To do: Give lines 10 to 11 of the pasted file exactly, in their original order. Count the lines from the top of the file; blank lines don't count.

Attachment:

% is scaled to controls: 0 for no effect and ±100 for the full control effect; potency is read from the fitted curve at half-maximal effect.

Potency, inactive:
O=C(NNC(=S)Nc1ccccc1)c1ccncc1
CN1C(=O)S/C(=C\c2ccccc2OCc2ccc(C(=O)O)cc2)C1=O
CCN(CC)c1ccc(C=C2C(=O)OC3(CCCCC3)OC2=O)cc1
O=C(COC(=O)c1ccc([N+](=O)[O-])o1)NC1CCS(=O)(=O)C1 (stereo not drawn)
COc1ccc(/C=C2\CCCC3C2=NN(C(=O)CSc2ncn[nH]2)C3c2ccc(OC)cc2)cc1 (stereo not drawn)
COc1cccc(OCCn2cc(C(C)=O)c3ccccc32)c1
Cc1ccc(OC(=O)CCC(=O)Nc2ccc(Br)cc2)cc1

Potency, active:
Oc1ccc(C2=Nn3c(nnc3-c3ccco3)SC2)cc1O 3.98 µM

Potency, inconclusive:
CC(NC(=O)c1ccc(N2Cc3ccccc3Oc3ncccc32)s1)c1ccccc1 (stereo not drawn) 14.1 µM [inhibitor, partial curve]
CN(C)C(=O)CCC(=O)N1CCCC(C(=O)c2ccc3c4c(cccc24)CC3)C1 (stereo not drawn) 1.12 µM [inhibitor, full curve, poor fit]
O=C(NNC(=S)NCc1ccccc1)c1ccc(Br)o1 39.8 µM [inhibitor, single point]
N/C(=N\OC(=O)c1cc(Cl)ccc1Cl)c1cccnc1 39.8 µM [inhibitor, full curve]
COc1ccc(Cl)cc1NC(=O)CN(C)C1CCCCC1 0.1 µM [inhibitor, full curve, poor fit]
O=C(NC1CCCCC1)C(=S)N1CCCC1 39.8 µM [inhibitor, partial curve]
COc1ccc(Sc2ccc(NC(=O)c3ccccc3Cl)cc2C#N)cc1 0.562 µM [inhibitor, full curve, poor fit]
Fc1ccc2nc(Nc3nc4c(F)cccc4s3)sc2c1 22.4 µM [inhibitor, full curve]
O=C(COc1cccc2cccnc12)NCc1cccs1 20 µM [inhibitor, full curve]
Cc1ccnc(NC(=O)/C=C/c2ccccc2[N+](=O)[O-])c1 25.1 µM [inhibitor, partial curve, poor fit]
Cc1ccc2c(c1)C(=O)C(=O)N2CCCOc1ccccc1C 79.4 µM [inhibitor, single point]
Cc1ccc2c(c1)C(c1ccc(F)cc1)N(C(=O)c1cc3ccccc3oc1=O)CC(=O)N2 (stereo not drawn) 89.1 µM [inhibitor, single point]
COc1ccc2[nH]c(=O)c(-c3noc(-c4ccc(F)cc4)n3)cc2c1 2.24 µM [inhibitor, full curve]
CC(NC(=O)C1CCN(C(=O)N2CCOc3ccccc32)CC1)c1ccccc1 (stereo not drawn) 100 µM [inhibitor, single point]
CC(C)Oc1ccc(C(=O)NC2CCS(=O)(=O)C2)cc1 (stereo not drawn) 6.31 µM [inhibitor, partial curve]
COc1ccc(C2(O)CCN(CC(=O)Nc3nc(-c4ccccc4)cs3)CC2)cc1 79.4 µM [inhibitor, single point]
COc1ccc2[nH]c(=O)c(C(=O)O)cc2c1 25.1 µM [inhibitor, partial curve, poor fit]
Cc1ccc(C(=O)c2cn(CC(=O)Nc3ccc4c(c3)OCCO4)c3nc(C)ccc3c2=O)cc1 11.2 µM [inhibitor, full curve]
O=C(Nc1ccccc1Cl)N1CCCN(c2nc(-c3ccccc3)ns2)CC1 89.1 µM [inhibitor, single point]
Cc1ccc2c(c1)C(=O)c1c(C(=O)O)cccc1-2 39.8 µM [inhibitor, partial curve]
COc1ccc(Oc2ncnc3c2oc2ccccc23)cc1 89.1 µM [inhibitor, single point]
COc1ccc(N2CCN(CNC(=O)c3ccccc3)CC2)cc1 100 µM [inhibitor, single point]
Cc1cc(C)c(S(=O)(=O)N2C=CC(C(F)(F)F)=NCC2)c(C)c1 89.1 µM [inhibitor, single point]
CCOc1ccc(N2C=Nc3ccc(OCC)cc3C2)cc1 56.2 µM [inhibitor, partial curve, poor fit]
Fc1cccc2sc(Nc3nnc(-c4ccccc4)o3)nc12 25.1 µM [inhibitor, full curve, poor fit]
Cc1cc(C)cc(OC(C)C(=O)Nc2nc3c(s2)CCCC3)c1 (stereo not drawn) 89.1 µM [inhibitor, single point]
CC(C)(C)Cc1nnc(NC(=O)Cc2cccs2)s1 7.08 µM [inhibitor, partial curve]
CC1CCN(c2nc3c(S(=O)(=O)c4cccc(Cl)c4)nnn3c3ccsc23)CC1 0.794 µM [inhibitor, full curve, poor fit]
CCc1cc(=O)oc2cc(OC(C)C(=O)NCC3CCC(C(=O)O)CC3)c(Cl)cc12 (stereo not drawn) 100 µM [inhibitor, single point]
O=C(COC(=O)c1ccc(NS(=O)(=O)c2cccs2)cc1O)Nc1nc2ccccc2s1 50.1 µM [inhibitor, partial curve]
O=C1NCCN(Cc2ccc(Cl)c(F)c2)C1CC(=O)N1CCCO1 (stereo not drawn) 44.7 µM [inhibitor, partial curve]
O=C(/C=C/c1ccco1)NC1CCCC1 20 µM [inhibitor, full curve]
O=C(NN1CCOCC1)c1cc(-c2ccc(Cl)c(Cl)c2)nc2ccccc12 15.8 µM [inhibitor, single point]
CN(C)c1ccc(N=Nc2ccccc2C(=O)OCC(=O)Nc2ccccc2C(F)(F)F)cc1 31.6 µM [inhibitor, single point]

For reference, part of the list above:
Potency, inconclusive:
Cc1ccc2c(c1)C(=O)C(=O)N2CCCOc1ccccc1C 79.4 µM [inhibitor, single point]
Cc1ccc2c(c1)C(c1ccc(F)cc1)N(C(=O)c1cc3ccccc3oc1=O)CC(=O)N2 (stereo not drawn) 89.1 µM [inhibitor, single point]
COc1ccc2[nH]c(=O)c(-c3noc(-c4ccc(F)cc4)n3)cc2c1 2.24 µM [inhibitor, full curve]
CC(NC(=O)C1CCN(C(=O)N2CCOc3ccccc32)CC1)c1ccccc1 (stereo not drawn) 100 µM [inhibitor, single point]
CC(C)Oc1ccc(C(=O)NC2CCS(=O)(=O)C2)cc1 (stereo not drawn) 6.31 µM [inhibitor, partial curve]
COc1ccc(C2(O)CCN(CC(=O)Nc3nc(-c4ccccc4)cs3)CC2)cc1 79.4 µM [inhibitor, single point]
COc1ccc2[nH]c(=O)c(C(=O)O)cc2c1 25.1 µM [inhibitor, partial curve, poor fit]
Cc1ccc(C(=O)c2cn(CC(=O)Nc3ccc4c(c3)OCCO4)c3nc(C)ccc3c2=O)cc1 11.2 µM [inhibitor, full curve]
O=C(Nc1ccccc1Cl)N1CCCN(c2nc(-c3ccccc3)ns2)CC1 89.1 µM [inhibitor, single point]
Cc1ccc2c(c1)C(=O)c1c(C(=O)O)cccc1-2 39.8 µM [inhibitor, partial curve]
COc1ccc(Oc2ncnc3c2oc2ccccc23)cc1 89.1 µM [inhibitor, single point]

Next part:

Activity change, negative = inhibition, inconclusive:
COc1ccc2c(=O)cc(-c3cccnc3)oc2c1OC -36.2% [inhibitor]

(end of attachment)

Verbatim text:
Potency, active:
Oc1ccc(C2=Nn3c(nnc3-c3ccco3)SC2)cc1O 3.98 µM